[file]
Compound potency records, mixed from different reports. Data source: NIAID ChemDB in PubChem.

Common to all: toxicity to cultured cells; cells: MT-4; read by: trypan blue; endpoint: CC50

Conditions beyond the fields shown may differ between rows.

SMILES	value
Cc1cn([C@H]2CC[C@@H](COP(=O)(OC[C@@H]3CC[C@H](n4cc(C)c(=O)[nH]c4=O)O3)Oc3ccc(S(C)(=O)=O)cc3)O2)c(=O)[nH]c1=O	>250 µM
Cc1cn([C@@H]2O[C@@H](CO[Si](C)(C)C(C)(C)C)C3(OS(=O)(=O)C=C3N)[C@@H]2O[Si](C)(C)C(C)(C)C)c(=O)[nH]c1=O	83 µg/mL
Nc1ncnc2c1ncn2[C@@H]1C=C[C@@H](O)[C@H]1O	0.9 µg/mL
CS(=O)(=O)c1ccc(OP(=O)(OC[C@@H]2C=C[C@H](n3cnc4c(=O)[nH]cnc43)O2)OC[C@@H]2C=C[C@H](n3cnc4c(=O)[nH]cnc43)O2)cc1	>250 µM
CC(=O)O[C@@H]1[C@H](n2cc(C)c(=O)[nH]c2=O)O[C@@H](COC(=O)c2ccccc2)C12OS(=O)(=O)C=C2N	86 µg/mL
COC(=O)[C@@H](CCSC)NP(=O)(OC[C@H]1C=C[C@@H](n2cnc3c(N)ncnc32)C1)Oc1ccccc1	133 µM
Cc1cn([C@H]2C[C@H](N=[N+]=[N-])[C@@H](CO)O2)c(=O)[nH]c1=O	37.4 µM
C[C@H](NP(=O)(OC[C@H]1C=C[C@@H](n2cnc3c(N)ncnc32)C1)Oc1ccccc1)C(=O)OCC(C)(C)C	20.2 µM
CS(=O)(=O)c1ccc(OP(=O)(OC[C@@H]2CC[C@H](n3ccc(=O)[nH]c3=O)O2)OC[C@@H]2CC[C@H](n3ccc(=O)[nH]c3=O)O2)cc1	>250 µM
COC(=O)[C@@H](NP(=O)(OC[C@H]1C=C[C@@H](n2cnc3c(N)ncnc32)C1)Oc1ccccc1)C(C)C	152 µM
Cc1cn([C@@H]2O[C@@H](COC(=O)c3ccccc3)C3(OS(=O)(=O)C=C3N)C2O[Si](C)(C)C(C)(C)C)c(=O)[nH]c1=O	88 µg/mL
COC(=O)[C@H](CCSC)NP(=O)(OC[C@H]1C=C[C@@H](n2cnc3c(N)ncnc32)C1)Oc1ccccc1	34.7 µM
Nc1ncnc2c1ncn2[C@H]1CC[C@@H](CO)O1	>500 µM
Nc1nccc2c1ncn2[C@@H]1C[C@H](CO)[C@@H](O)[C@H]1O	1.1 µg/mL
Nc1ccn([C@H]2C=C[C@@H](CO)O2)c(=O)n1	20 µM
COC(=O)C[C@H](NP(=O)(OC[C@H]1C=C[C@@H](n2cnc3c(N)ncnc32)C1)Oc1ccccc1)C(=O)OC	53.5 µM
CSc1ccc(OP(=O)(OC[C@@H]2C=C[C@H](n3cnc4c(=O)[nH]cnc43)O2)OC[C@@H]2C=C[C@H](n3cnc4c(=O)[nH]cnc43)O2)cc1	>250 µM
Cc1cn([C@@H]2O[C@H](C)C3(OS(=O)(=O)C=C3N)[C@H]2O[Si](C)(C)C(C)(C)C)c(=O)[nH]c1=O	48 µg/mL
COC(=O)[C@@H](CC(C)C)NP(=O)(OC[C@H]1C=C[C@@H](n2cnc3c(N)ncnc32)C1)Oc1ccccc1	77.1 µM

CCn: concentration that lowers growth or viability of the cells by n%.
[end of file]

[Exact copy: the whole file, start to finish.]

Compound potency records, mixed from different reports. Data source: NIAID ChemDB in PubChem.

Common to all: toxicity to cultured cells; cells: MT-4; read by: trypan blue; endpoint: CC50

Conditions beyond the fields shown may differ between rows.

SMILES	value
Cc1cn([C@H]2CC[C@@H](COP(=O)(OC[C@@H]3CC[C@H](n4cc(C)c(=O)[nH]c4=O)O3)Oc3ccc(S(C)(=O)=O)cc3)O2)c(=O)[nH]c1=O	>250 µM
Cc1cn([C@@H]2O[C@@H](CO[Si](C)(C)C(C)(C)C)C3(OS(=O)(=O)C=C3N)[C@@H]2O[Si](C)(C)C(C)(C)C)c(=O)[nH]c1=O	83 µg/mL
Nc1ncnc2c1ncn2[C@@H]1C=C[C@@H](O)[C@H]1O	0.9 µg/mL
CS(=O)(=O)c1ccc(OP(=O)(OC[C@@H]2C=C[C@H](n3cnc4c(=O)[nH]cnc43)O2)OC[C@@H]2C=C[C@H](n3cnc4c(=O)[nH]cnc43)O2)cc1	>250 µM
CC(=O)O[C@@H]1[C@H](n2cc(C)c(=O)[nH]c2=O)O[C@@H](COC(=O)c2ccccc2)C12OS(=O)(=O)C=C2N	86 µg/mL
COC(=O)[C@@H](CCSC)NP(=O)(OC[C@H]1C=C[C@@H](n2cnc3c(N)ncnc32)C1)Oc1ccccc1	133 µM
Cc1cn([C@H]2C[C@H](N=[N+]=[N-])[C@@H](CO)O2)c(=O)[nH]c1=O	37.4 µM
C[C@H](NP(=O)(OC[C@H]1C=C[C@@H](n2cnc3c(N)ncnc32)C1)Oc1ccccc1)C(=O)OCC(C)(C)C	20.2 µM
CS(=O)(=O)c1ccc(OP(=O)(OC[C@@H]2CC[C@H](n3ccc(=O)[nH]c3=O)O2)OC[C@@H]2CC[C@H](n3ccc(=O)[nH]c3=O)O2)cc1	>250 µM
COC(=O)[C@@H](NP(=O)(OC[C@H]1C=C[C@@H](n2cnc3c(N)ncnc32)C1)Oc1ccccc1)C(C)C	152 µM
Cc1cn([C@@H]2O[C@@H](COC(=O)c3ccccc3)C3(OS(=O)(=O)C=C3N)C2O[Si](C)(C)C(C)(C)C)c(=O)[nH]c1=O	88 µg/mL
COC(=O)[C@H](CCSC)NP(=O)(OC[C@H]1C=C[C@@H](n2cnc3c(N)ncnc32)C1)Oc1ccccc1	34.7 µM
Nc1ncnc2c1ncn2[C@H]1CC[C@@H](CO)O1	>500 µM
Nc1nccc2c1ncn2[C@@H]1C[C@H](CO)[C@@H](O)[C@H]1O	1.1 µg/mL
Nc1ccn([C@H]2C=C[C@@H](CO)O2)c(=O)n1	20 µM
COC(=O)C[C@H](NP(=O)(OC[C@H]1C=C[C@@H](n2cnc3c(N)ncnc32)C1)Oc1ccccc1)C(=O)OC	53.5 µM
CSc1ccc(OP(=O)(OC[C@@H]2C=C[C@H](n3cnc4c(=O)[nH]cnc43)O2)OC[C@@H]2C=C[C@H](n3cnc4c(=O)[nH]cnc43)O2)cc1	>250 µM
Cc1cn([C@@H]2O[C@H](C)C3(OS(=O)(=O)C=C3N)[C@H]2O[Si](C)(C)C(C)(C)C)c(=O)[nH]c1=O	48 µg/mL
COC(=O)[C@@H](CC(C)C)NP(=O)(OC[C@H]1C=C[C@@H](n2cnc3c(N)ncnc32)C1)Oc1ccccc1	77.1 µM

CCn: concentration that lowers growth or viability of the cells by n%.